Every once in a while, I try to do something hard. What might be considered to be hard varies with a number of variables, most notably is how my vertigo is playing. So, on this particular day, when I was determined that my bobble-headed disequilibrium was not going to force me into a chair, I decided to make tapioca pudding. Yes, I know. You are thinking: what? Tapioca pudding?
We are tapioca lovers. I am aware that there are those who are not aficionados of this dessert and, for those of you who fall into this category, I ask your forbearance while I continue. This not only has to do with taste and texture, but it very much has to do with memories of childhood and my grandmother’s predilection to make large pearl tapioca pudding which she, herself, thought to be special, not only because of taste, but also because it took so much time and attention to produce.
Tapioca is a kind of unusual food. It comes from the manioc plant, also known as cassava. It takes a bit of work to get from manioc to tapioca because manioc is poisonous unless processed to remove cyanide.
And here those of you who don’t like tapioca will think,” I knew there was a reason beyond its texture that I didn’t like it.”
Manioc grows all over South America and is a staple food for millions all over the world. It is important as a main ingredient in a raft of Asian desserts as well as “bubble tea.” In the U.S. tapioca is used as a thickener for a lot of food products. I use it to thicken fruit pies. It is also the basis for a pudding made with milk, eggs and sugar.
There are two kinds of tapioca available locally. The first kind is a rather “quick” version which will, by following the directions, turn out about five or six four-ounce puddings. This is the version of tapioca is used as a thickener. The second kind? Well, as a child, my grandmother would only have this version in the house. She loved it. She spoke not only kindly but devotedly of it. The anticipation of a tapioca pudding was an event. It was expensive and was used only for special occasions which, along with Granny’s accolades, made its consumption very special. This version is called tapioca pearls. Why? Because this tapioca looks like pearls.
As a quick aside, there was, a few years ago, a dearth of tapioca. No store had any. I asked Rich Nojaim why there wasn’t any on the shelves and he told me that he tried every source he had, but none was available. The same was true of the big box stores. Explanations revolved around the shortage of people to unload ships carrying the product on the west coast during the pandemic. I will have to accept this as true or make up some conspiratorial meme about tapioca and politicians who have fallen out of favor.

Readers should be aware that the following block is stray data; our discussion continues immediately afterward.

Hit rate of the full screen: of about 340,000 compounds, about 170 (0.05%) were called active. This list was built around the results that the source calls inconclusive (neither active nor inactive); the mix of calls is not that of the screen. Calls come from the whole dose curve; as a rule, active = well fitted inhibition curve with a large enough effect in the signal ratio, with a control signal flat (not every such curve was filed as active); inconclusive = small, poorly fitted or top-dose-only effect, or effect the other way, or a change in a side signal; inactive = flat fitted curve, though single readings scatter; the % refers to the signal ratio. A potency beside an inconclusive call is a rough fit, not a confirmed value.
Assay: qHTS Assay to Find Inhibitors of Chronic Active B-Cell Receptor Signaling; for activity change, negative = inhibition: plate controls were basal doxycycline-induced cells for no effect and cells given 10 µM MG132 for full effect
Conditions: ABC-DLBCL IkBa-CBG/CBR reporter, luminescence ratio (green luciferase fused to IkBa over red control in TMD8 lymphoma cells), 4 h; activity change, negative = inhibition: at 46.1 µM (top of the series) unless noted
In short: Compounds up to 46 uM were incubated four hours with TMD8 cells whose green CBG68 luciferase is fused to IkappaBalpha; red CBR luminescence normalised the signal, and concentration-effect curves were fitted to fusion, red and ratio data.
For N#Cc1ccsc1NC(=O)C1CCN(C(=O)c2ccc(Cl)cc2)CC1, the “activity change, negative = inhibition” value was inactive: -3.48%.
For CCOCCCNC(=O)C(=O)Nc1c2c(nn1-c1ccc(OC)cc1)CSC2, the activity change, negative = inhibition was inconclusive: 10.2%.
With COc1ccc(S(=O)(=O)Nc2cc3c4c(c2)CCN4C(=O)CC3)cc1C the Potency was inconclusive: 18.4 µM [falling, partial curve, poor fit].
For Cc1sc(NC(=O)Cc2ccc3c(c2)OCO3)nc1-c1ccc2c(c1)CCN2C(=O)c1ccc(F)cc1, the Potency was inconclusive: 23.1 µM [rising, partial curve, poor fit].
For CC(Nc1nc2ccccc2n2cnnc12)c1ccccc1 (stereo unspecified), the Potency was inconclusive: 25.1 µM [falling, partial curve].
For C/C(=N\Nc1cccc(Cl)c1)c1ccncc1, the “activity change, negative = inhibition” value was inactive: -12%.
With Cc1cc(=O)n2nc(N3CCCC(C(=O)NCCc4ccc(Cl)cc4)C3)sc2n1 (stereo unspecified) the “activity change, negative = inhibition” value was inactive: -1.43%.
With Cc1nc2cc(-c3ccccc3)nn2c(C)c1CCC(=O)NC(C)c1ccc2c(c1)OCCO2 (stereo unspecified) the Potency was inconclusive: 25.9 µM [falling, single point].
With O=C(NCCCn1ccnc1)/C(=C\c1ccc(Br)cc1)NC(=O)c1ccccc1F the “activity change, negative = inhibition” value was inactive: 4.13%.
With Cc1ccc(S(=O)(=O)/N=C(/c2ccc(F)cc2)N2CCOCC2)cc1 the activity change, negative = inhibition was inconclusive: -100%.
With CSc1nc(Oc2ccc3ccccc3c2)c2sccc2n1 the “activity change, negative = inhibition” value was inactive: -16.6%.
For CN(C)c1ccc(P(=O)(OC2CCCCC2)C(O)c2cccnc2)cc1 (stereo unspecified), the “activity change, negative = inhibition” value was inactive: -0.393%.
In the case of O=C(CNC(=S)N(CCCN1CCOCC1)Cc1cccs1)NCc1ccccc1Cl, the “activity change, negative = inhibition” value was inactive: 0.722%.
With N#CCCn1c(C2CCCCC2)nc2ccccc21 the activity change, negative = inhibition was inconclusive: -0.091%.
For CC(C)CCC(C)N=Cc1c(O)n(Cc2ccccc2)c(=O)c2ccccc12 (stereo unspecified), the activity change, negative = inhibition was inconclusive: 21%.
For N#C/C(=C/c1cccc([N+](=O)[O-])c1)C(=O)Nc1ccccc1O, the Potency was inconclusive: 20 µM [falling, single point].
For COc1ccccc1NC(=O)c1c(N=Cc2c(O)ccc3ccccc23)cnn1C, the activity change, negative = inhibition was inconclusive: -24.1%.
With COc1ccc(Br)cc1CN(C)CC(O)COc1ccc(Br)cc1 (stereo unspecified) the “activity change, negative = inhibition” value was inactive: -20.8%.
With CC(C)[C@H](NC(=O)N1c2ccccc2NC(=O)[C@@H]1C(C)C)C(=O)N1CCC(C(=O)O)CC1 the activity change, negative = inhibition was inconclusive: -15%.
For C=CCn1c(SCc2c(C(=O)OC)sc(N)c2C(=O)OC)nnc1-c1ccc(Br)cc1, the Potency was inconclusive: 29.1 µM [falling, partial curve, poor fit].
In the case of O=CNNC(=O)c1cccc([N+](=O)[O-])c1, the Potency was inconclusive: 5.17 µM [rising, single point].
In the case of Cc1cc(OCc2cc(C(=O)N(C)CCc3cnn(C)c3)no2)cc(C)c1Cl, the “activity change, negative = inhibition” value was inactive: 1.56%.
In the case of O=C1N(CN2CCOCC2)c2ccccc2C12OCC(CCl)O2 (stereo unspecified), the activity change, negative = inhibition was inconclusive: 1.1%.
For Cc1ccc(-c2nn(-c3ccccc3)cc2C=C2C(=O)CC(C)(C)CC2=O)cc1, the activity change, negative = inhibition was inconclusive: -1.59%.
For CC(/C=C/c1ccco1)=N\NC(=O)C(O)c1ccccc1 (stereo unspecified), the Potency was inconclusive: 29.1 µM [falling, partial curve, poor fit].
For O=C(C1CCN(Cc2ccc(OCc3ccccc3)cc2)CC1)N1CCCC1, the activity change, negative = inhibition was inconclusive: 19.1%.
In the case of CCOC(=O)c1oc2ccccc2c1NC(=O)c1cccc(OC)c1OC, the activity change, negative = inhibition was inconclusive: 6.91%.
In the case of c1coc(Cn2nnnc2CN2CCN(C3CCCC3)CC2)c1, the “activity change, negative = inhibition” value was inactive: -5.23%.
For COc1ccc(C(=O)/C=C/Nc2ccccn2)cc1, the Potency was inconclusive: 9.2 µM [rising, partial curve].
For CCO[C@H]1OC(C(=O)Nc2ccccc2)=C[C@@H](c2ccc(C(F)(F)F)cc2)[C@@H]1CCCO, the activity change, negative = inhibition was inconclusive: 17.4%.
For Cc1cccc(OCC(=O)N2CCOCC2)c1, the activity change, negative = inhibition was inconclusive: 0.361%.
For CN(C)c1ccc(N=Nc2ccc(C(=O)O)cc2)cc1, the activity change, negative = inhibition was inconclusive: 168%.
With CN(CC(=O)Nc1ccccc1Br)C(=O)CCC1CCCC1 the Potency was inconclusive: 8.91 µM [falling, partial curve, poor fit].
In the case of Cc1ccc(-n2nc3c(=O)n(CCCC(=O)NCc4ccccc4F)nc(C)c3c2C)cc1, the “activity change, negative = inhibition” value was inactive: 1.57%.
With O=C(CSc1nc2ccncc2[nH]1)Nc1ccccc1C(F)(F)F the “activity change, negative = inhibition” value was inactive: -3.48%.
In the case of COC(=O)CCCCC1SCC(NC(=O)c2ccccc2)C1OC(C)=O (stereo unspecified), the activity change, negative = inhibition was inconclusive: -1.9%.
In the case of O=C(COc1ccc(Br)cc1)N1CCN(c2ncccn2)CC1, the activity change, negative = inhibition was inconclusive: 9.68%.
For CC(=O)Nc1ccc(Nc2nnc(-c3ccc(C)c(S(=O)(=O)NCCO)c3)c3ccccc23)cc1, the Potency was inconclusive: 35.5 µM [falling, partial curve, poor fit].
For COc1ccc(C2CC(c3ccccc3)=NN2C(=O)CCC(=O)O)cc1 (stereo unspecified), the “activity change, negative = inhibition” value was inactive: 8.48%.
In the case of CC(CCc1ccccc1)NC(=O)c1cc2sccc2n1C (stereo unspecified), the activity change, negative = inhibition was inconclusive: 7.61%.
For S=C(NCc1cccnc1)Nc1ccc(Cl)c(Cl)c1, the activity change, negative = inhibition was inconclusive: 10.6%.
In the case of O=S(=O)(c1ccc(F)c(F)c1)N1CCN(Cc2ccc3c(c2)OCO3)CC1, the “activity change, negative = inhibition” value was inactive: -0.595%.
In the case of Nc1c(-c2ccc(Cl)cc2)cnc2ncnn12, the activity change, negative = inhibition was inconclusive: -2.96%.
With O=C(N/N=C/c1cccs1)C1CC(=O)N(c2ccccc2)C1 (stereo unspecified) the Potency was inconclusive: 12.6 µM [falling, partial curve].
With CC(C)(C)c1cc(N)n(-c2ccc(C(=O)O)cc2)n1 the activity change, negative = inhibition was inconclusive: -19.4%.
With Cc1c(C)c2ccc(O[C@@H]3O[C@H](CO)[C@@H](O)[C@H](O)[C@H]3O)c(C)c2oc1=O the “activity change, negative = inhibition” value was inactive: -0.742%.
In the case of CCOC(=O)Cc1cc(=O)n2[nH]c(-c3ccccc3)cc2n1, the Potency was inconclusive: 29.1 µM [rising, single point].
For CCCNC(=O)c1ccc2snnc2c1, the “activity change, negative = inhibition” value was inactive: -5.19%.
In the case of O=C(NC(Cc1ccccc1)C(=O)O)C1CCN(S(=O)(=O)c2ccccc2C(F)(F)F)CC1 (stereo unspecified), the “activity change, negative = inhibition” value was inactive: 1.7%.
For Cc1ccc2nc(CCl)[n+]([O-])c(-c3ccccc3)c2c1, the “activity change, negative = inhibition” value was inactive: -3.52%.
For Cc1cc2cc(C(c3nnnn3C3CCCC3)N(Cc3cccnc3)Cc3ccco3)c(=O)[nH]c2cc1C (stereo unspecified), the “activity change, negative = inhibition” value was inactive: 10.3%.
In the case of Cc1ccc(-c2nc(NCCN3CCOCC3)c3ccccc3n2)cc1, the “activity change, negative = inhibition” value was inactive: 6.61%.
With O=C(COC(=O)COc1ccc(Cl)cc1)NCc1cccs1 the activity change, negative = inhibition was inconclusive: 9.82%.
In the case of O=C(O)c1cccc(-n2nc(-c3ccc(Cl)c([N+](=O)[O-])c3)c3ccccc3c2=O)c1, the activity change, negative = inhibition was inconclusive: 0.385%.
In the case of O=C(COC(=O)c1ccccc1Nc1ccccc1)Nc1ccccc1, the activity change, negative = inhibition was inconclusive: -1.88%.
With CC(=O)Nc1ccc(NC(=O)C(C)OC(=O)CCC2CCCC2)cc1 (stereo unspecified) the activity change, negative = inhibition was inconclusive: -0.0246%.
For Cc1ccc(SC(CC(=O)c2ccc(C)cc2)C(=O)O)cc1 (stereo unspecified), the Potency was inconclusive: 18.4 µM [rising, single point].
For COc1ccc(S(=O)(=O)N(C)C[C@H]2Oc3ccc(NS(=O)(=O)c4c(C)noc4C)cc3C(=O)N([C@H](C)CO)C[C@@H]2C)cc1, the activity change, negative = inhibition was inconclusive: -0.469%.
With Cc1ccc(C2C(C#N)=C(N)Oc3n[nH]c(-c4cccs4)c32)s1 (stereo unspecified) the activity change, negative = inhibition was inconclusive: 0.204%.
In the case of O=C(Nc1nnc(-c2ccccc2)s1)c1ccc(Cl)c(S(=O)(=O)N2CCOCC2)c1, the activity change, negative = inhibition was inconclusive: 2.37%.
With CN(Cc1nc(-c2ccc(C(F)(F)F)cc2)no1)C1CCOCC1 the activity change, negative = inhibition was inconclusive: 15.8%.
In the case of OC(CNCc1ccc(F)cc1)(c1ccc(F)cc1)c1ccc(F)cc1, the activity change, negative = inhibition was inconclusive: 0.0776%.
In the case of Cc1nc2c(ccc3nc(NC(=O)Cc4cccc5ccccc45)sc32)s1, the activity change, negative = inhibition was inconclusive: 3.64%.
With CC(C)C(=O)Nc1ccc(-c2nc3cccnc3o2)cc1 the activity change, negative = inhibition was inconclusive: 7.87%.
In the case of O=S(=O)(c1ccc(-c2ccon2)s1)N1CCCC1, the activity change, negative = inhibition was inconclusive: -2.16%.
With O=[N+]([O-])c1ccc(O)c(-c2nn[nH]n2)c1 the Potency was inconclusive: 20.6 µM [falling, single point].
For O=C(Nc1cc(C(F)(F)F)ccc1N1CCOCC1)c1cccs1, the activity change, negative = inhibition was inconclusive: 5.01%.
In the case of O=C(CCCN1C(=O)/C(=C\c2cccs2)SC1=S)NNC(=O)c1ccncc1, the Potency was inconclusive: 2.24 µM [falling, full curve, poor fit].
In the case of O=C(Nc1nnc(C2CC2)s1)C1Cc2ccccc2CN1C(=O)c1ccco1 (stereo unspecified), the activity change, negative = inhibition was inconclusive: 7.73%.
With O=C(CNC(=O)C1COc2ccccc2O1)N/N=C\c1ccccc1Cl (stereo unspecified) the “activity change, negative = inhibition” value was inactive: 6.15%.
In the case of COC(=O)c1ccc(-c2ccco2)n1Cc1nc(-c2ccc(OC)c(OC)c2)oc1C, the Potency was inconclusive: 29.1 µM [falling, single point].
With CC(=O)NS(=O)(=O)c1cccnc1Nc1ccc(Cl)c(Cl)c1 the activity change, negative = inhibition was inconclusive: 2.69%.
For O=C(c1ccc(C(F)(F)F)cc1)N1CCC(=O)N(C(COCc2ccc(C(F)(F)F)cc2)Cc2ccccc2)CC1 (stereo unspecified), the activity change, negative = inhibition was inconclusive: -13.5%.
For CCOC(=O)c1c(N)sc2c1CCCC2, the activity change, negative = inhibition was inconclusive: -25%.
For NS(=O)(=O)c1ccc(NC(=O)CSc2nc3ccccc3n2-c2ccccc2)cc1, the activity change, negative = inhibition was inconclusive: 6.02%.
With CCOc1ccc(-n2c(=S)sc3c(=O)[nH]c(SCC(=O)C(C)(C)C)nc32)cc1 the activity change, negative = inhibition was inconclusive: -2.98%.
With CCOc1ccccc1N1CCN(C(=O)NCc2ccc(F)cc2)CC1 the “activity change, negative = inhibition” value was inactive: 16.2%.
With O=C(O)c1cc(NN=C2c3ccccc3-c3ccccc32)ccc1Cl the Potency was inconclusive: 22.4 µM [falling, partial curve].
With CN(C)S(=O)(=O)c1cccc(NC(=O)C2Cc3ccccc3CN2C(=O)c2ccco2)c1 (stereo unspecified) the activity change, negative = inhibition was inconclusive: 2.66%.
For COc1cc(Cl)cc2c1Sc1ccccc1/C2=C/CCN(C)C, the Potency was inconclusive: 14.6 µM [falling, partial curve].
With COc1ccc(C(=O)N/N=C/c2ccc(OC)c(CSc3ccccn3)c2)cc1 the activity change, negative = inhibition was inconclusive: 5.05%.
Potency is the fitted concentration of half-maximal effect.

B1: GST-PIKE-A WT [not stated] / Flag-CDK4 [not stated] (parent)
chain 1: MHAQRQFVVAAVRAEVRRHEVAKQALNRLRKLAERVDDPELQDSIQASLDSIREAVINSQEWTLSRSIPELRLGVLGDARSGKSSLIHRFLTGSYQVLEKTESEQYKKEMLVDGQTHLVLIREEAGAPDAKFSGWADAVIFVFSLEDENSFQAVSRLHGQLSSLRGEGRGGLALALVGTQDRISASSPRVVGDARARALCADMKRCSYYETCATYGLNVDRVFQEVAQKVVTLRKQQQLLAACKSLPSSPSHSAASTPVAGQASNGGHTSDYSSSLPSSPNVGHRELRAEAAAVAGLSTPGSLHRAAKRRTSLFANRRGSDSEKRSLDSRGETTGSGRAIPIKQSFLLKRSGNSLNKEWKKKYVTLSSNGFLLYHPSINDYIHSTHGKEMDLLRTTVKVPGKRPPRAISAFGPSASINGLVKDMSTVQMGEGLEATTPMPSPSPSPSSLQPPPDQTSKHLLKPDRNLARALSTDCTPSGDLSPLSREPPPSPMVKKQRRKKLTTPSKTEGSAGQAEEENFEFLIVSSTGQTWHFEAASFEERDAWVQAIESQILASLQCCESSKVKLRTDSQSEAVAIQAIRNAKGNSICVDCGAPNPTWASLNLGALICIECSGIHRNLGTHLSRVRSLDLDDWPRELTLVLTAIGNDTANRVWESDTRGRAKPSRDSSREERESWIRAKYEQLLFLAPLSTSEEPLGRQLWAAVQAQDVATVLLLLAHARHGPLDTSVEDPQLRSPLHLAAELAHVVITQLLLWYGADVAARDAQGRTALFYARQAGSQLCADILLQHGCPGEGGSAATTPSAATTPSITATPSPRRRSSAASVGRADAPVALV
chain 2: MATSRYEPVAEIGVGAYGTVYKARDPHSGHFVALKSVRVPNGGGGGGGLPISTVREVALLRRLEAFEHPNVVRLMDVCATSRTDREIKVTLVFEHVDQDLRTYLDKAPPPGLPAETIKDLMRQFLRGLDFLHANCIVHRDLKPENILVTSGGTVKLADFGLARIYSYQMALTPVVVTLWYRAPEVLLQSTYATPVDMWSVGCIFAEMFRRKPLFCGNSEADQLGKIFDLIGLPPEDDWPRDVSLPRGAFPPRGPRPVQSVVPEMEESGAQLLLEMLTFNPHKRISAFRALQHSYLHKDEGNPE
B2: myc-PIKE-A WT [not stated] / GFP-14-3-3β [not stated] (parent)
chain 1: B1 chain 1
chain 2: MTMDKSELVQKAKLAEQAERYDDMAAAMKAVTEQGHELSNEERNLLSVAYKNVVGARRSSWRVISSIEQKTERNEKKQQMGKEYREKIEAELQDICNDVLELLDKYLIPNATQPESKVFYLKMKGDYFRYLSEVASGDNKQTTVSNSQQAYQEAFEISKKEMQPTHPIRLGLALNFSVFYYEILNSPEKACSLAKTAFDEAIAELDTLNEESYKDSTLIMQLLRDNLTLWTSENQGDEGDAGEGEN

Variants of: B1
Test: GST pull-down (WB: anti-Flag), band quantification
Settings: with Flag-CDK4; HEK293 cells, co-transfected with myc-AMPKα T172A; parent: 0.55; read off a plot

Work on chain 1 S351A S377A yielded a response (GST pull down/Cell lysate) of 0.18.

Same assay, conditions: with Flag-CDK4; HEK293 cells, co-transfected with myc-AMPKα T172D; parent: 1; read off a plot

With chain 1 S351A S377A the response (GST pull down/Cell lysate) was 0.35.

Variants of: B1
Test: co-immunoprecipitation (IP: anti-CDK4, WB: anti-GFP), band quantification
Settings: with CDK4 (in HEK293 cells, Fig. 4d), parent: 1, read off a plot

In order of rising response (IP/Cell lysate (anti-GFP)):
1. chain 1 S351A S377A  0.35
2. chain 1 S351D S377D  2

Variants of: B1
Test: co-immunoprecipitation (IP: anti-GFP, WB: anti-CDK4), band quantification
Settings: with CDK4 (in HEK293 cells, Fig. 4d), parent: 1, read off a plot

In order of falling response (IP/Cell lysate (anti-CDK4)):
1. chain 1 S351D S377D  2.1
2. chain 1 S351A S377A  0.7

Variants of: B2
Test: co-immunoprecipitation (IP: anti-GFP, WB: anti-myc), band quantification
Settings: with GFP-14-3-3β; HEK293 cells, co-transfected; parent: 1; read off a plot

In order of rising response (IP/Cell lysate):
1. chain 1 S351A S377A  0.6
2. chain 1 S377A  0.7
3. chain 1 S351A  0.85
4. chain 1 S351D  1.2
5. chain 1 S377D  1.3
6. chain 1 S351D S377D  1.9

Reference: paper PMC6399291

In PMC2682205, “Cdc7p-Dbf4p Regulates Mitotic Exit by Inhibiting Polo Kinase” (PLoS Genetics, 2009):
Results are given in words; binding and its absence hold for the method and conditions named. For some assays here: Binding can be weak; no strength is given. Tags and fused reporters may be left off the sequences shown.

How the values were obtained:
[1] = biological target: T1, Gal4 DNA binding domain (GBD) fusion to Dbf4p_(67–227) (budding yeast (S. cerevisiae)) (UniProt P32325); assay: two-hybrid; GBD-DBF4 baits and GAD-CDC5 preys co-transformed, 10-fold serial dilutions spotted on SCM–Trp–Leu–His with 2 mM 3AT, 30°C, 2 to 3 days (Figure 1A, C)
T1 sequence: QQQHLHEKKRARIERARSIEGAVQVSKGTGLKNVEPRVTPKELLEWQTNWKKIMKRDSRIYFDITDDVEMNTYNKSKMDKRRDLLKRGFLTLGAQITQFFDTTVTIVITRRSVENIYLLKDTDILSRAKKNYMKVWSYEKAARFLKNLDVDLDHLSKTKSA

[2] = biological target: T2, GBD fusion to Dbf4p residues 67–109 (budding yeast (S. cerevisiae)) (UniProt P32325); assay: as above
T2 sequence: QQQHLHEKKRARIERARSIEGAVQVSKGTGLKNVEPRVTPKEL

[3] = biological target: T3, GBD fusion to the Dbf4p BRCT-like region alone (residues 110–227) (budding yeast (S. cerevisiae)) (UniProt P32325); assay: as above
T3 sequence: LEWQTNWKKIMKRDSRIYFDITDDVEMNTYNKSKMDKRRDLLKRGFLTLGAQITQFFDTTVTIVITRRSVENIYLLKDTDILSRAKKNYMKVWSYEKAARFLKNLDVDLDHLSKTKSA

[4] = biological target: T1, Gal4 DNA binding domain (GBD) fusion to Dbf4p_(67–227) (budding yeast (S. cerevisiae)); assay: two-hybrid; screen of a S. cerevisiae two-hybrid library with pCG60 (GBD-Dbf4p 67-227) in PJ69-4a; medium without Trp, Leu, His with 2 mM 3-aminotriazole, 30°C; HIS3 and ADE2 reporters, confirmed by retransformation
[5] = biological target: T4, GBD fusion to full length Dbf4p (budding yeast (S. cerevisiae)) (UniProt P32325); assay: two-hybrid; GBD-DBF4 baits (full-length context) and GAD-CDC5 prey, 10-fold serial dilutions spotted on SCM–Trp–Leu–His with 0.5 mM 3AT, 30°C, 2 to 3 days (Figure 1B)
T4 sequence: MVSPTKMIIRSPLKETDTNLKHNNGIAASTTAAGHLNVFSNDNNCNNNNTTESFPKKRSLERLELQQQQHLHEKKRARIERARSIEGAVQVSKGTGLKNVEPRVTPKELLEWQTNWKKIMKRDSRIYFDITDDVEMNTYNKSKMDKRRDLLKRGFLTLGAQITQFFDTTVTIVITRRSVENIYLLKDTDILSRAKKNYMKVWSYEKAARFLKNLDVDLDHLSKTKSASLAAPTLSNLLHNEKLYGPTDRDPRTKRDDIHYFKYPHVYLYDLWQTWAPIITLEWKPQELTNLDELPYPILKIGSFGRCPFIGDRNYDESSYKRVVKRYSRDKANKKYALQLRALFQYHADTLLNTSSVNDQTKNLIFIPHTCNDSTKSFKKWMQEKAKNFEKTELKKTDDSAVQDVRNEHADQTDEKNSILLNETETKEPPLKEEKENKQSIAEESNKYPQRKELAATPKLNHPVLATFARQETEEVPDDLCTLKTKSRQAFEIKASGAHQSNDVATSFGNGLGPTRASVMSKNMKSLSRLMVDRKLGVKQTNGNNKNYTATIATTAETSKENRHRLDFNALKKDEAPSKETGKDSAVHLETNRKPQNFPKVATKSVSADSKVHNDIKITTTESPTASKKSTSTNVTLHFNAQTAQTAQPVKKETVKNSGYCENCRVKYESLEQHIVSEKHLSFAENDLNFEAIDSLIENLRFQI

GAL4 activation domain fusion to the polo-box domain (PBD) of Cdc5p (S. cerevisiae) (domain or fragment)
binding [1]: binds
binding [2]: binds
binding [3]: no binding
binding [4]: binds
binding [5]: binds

Also as an aside, tapioca is one of the foods that people with digestive issues can tolerate. It’s gluten free and low in something call FODMAPS. Don’t ask me what the latter is, beyond that FODMAPS seem to be foods that make you feel gaseous or worse. This may be one of the reasons why I like it so much.
Anyway, the day that I challenged myself to make pearl tapioca pudding had come. In truth, making the pudding is not difficult in the sense that it requires esoteric skills. It simply takes a bit of time and some focused attention. First, you have to soak the pearls for a day. I thought that there must be some quicker way to do this, so I consulted google and found a recipe that required only a one-hour soak. I followed the recipe and it made pudding. It was ok pudding but not the luscious, chewy version that I remembered at my grandmother’s table. I still had more of the precious pearls, so I forged ahead.
Reverting to the old version required some patience on my part. After an overnight soak, following the recipe which required my standing over the stove, carefully adding the warmed milk and tapioca to an egg mixture and stirring the pot for what seemed to be hours, I produced the desired result. Lusciousness, smooth with a generous number of indescribably delicious pearls floating in a symphony of vanilla flavor … perfect. My spouse and I consumed all six desserts in two days. Heck, if I were alone, they would have been gone in one. Maybe in one afternoon.
The effort was worth it.